Hershey, the misunderstood horse, saving another little girl from dispair.

Any amount (from $1 to infinity) helps and will be added to the bucket to create a combined donation at the end of the month.  To read more about THE GOLDEN CARROT, here is their website. And, here is the story we wrote about them previously.

Please click the DONATE button and help the wonderful owners and volunteers at The Golden Carrot who take in the old and forgotten horses.  Many of their sweet and forgotten 35 horses need support and sponsorship.  Please consider sponsoring (here is the link to TGC page for all the horses who need sponsoring) or donating here.  Bless The Golden Carrot for doing what most would rather not…


school fundraising ideas

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IRON MAN’S Receipt and Things I Couldn’t do Without!






IRON MAN’S RECEIPT FOR THE JUNE BUCKET FUND

Here is the receipt or the June Bucket Fund from us to Iron Man, the rescued mustang foal and his buddies.  Yay!  We sent $175!!  They were THRILLED.  I mean it!  Shirley said that donations have been down and this money would really help with Foal Lac pellets.  So, THANK YOU ALL!!

Thank you for supporting the Bucket Fund!  For the month of July, we are supporting THE GOLDEN CARROT.  Here is a link to their story.

THANKS, AGAIN!

GUILTY!

But first, I have a photo of my very guilty 2 year-old.  I left him in the barn while I went to get something to drink and when I came back, he had destroyed or knocked over every single thing in there.  When I asked him the obvious, “DID YOU DO THIS?!” he gave me this priceless expression!  He will never win at poker with that face…

THINGS I COULDN’T DO WITHOUT

I’ve spoken about some of these before, but I wanted to talk about them again because I was thinking to myself  about how much they help!  I thought you might like to know, as well, in case any of you had missed this.

1)  Garlic:

I use garlic to help keep the flying insects away from my horses.  It really, really works.  If I don’t use it, I can absolutely see the difference… When I use it, they might have a few flies on their fly masks and a few on their bodies.  If I do not use the garlic, they will have a carpet of flies on their faces and all over their bodies.

I get it from Springtime, Inc.  (no affiliation).  For me, it has been the least expensive and effective garlic that I’ve tried.  I did have a friend go to a local Health Food Store to see if their powdered garlic was less expensive, but it ended up being almost double the price (even including shipping).  So, I think Springtime is the best option that I know about.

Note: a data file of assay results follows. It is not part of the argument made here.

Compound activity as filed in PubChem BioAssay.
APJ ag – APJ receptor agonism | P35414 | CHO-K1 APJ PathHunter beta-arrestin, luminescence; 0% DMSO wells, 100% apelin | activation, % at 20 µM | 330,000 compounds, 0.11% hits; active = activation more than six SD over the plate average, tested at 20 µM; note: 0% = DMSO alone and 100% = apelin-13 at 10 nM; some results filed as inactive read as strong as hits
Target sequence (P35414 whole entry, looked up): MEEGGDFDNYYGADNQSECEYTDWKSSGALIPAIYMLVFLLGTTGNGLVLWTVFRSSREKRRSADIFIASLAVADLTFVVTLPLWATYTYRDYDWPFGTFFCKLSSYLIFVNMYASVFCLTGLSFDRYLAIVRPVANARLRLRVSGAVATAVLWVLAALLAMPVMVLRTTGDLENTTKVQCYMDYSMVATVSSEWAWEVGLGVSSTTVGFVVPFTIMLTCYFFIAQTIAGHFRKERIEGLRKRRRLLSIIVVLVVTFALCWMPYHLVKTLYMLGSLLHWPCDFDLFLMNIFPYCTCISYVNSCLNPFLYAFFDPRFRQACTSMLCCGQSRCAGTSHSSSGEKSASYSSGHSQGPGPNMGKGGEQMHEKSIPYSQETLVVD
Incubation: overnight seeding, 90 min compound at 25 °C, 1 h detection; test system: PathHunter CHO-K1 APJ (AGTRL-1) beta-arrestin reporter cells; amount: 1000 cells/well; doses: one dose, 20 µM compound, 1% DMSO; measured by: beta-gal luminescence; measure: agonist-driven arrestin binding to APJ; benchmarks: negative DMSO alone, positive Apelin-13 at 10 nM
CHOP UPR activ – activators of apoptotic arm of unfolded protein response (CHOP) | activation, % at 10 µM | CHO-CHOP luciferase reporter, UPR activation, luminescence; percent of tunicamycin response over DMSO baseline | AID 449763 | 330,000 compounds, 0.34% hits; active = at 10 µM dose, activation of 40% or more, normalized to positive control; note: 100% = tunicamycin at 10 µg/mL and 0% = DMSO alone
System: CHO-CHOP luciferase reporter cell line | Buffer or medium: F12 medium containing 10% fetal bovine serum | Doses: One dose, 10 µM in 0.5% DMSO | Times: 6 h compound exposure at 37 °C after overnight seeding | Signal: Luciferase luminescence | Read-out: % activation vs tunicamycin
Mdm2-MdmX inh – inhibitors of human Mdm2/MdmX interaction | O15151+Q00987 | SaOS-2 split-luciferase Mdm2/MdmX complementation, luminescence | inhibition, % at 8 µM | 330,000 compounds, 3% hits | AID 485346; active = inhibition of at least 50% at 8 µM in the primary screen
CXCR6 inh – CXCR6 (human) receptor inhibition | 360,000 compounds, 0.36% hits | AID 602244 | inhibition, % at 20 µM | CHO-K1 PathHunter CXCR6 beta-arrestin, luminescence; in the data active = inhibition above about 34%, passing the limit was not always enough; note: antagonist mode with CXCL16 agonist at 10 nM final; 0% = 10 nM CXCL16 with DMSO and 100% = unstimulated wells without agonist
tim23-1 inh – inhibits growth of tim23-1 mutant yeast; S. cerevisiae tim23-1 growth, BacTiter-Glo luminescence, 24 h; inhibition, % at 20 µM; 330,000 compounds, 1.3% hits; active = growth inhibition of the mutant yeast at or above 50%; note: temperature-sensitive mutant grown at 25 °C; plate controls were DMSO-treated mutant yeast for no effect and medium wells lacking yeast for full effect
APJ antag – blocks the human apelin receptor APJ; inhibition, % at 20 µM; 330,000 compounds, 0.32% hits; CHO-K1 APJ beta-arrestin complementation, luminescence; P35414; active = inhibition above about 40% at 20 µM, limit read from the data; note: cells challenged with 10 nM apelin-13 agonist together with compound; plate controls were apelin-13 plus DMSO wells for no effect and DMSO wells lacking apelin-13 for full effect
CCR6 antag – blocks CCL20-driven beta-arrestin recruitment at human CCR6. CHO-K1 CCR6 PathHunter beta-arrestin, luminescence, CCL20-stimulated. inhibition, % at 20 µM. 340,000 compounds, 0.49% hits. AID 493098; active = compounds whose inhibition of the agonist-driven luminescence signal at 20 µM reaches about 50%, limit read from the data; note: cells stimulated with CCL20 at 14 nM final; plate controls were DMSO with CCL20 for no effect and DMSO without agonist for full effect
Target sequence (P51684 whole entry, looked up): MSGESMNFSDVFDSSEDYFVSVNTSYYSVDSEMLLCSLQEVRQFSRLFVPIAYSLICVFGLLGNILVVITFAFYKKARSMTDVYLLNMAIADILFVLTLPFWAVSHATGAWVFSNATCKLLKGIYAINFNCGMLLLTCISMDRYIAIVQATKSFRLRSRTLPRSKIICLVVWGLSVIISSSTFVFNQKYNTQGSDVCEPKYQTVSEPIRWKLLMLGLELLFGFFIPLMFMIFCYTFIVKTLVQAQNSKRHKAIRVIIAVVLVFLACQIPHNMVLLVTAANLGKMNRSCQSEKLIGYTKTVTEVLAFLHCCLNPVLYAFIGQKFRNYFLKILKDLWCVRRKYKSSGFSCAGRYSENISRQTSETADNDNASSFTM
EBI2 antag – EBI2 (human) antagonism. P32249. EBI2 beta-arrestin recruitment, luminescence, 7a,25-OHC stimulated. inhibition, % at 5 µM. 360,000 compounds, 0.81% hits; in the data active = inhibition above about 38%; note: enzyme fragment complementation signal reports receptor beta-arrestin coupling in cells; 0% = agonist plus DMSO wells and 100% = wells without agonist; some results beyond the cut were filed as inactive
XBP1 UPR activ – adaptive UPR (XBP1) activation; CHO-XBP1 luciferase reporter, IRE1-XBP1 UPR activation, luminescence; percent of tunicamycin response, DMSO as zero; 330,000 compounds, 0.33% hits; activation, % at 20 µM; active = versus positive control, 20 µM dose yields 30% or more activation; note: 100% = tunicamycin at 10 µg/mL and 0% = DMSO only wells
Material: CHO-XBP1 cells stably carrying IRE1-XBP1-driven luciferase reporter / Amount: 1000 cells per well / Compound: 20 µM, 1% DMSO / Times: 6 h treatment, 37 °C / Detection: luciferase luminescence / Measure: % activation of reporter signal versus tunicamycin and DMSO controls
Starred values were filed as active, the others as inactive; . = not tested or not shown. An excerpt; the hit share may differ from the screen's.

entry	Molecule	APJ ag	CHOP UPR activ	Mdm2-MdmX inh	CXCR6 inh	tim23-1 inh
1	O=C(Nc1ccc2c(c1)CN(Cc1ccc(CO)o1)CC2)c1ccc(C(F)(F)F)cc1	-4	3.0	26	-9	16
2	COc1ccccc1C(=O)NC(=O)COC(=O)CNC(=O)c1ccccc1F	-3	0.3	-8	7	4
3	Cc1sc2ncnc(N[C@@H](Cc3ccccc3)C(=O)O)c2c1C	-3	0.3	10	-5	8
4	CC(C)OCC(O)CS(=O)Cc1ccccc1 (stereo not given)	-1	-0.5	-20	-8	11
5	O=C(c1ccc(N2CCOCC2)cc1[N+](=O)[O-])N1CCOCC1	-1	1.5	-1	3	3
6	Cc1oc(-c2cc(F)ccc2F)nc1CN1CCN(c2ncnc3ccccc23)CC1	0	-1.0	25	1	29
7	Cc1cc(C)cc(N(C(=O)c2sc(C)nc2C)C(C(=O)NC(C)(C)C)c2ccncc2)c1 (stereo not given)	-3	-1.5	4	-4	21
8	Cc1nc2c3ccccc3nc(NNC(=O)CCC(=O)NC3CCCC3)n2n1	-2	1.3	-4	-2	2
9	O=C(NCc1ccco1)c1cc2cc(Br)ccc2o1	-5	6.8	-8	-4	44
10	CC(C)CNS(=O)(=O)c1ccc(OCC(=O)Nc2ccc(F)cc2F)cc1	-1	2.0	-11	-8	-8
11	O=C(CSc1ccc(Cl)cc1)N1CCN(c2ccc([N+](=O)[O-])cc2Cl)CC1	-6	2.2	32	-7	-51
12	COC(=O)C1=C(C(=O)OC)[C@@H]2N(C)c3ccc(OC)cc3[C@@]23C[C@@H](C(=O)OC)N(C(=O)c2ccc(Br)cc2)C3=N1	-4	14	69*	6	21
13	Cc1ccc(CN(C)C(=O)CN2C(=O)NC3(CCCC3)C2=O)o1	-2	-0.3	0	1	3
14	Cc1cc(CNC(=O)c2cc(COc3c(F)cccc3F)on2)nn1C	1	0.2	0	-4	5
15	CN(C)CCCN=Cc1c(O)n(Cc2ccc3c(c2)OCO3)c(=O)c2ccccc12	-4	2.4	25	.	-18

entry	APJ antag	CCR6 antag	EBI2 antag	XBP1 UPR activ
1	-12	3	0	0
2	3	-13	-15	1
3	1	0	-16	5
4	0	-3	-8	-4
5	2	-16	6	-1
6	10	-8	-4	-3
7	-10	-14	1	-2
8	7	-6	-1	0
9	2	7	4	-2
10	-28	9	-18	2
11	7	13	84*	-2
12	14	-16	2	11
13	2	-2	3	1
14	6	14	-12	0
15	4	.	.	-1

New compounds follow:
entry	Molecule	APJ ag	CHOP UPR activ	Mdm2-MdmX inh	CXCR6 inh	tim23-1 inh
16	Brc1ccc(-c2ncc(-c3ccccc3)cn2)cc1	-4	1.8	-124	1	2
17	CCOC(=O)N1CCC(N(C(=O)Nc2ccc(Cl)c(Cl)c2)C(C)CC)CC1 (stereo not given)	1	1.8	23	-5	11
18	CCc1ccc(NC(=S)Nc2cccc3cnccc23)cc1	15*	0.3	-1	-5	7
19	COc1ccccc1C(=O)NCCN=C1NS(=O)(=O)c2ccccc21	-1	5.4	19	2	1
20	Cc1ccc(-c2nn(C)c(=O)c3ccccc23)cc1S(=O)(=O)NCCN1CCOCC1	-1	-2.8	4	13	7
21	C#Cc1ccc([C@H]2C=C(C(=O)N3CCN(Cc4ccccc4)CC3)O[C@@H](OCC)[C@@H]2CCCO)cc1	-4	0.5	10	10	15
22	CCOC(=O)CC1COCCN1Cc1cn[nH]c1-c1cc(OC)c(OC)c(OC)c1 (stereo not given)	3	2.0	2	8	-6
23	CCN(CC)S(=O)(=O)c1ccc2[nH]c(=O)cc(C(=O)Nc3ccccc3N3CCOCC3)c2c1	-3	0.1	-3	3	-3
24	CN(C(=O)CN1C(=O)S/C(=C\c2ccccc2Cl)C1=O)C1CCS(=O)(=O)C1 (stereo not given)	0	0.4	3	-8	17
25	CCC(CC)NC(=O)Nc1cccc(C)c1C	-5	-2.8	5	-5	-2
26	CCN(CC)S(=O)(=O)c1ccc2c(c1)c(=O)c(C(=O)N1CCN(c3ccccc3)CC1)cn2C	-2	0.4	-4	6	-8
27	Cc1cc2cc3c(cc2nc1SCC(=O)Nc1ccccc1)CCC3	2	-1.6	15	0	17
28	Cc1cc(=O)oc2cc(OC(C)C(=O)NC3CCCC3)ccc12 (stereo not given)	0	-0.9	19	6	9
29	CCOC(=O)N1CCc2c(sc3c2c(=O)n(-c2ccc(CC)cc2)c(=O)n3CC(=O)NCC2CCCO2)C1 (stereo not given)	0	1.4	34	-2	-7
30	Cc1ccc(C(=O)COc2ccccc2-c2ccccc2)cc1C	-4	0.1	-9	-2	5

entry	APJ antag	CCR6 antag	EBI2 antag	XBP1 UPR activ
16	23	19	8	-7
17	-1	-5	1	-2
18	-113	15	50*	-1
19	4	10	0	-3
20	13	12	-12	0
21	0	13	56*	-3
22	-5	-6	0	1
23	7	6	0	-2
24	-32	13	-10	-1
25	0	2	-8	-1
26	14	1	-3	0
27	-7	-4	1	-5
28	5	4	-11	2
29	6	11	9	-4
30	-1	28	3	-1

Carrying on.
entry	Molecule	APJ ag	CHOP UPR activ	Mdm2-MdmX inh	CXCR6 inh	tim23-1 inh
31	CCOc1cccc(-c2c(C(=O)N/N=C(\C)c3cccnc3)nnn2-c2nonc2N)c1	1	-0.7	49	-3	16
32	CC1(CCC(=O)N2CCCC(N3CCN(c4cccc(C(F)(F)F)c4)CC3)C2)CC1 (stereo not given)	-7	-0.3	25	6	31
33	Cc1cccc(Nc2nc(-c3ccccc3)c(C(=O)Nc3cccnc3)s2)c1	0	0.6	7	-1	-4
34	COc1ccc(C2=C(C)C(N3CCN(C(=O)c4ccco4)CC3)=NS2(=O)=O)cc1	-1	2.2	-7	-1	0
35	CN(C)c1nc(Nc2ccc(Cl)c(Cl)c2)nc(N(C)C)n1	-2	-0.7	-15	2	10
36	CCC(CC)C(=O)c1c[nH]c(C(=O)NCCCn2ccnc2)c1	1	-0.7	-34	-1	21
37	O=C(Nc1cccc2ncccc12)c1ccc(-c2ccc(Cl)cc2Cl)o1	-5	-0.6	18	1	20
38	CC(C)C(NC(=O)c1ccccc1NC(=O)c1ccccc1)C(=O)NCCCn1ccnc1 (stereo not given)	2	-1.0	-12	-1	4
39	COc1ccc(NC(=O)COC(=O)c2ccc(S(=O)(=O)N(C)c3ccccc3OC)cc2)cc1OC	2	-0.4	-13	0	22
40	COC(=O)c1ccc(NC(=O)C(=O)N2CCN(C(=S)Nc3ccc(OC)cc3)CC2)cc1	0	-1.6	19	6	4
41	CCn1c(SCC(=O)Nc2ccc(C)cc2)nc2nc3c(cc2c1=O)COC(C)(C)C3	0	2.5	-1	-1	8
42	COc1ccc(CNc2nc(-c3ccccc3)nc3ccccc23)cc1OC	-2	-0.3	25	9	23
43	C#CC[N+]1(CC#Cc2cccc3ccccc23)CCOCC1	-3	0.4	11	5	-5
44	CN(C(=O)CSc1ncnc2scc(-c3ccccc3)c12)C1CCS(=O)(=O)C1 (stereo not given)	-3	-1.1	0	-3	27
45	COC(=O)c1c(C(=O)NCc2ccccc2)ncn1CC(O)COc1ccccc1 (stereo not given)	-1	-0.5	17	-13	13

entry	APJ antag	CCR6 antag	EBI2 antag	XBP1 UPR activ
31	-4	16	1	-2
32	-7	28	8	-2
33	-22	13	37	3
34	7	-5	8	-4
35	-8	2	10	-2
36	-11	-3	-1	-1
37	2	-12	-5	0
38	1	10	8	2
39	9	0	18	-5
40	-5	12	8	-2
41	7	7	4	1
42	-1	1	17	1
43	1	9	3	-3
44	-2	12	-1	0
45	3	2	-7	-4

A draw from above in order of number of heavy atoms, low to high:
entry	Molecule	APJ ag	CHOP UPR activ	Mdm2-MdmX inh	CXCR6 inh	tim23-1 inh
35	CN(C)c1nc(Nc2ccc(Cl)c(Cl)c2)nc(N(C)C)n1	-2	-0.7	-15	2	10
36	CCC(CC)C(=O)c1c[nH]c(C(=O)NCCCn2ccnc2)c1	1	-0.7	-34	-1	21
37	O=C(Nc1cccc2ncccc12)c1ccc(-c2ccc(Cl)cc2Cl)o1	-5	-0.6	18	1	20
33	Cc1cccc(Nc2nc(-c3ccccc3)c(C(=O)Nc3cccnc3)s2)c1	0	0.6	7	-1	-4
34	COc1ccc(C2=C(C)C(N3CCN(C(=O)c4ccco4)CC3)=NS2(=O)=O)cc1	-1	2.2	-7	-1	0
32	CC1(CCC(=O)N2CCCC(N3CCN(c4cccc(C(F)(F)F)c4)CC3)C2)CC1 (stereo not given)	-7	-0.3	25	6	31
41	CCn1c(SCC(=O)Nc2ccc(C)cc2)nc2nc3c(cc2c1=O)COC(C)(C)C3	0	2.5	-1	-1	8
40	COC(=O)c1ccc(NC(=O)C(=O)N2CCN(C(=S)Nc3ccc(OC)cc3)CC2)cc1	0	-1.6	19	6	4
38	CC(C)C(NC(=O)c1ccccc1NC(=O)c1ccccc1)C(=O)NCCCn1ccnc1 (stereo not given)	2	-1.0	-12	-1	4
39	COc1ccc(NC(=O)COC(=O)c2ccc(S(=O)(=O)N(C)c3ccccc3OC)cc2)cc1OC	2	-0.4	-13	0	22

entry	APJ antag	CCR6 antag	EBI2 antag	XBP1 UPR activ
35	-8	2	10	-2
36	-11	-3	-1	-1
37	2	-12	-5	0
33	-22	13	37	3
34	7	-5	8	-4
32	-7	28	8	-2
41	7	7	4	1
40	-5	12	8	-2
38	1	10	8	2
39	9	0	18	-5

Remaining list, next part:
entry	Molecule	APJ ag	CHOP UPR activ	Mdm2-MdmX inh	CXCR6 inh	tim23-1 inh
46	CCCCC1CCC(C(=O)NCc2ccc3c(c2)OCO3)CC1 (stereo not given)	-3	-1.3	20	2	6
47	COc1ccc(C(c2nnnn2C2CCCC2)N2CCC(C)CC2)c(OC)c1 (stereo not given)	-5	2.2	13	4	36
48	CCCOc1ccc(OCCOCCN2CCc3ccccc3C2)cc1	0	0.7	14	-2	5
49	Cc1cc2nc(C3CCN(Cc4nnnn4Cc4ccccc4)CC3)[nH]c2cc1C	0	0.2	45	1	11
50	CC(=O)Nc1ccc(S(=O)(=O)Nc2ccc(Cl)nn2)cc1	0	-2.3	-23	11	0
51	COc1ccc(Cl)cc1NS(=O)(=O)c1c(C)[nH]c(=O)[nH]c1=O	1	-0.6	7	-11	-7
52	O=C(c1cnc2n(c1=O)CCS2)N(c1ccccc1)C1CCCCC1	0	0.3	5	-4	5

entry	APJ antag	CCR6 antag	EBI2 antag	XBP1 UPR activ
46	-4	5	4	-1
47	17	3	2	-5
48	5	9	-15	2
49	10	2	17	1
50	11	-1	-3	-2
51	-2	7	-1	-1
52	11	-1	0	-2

2)  Predators:

I use fly predators.  Yes, they work, too!  In combination with the garlic and fly spray, I don’t have a very irritating fly problem and that is saying a lot since I have cows all around the ranch.

I have found that the predators from Spalding are the best (again, no affiliation).  They arrive on time, they take a few days to hatch and they are packed well.  If you get a dud pack (rare), they will replace it.  So, I totally believe in Predators.

3)  Cheap and good fly mask:

I found this fly mask early in the year.  It was on sale and I thought it might not be any good because who puts a fly mask on sale in the beginning of the season?  But, it is a really good one.

The eyes have darts.  It had double velcro.  The netting is strong.  The ear holes make sense.

The downsides are that they are kinda short on the nose and there is no forelock hole.  But, for the price, I think they are great!  You can get them at Valley Vet.  Super Mesh Fly Mask by Brookside.

4)  The Easy Catch Halter:

I love this thing!

I am one of those people that uses a lead rope around the neck to bring my horses in… not that smart.  So far, no accidents but plenty of close calls.  I should know better… and I do.  So, last year I purchased one of these at the Horse Expo.

It is great!  It is so easy, the horse doesn’t even know he’s been “got”.  I swear.  And, it looks really comfortable for the horse.  I highly recommend this for easy, lightweight  catching and easy moving.

5)  EQUION:

This is a supplement that I use for coats and hooves.

I will never not use it.  It works so well, my trainer even uses it now.  (We all know how difficult it is to convince a trainer!)  He says that my horses always come in with the best coats and hooves.  This is why.  Equion.

I do have all my horses out on pasture and they all move around often and eat variable grass hays (no alfalfa).  Equion seems to fill in all the nutritional blanks.  I’m very pleased.

6)  Davis Boot:

This is a great all-around, inexpensive boot!  I use it to soak as well as keep a wrapped foot protected.

I have put this boot into service continuously on my mare and it still looks great!  The Davis boot lets the air in but still makes sure all is clean and together when it is time to change the wrapping.  This is so easy, I nearly kissed it the first time I used it…

Oh, and if it is too big, you can vet wrap the top closure (within reason).  I love this boot and have over-used my welcome with it since I’m borrowing my friends and haven’t given it back  yet.  Bonnie, I owe you!

HORSE AND MAN is a blog in growth… if you like this, please pass it around!
If you want an update on THE GOLDEN CARROT SANCTUARY July Bucket Fund or to donate, please click on the photo (photo credit, Trish Lowe)


Riding Warehouse
Your purchase with Riding Warehouse through this link helps the Bucket Fund!


Supporting The Bucket Fund through Amazon Smile
Please choose HORSE AND MAN, INC when you shop via Amazon Smile through this link.



HORSE AND MAN is a blog in growth... if you like this, please pass it around!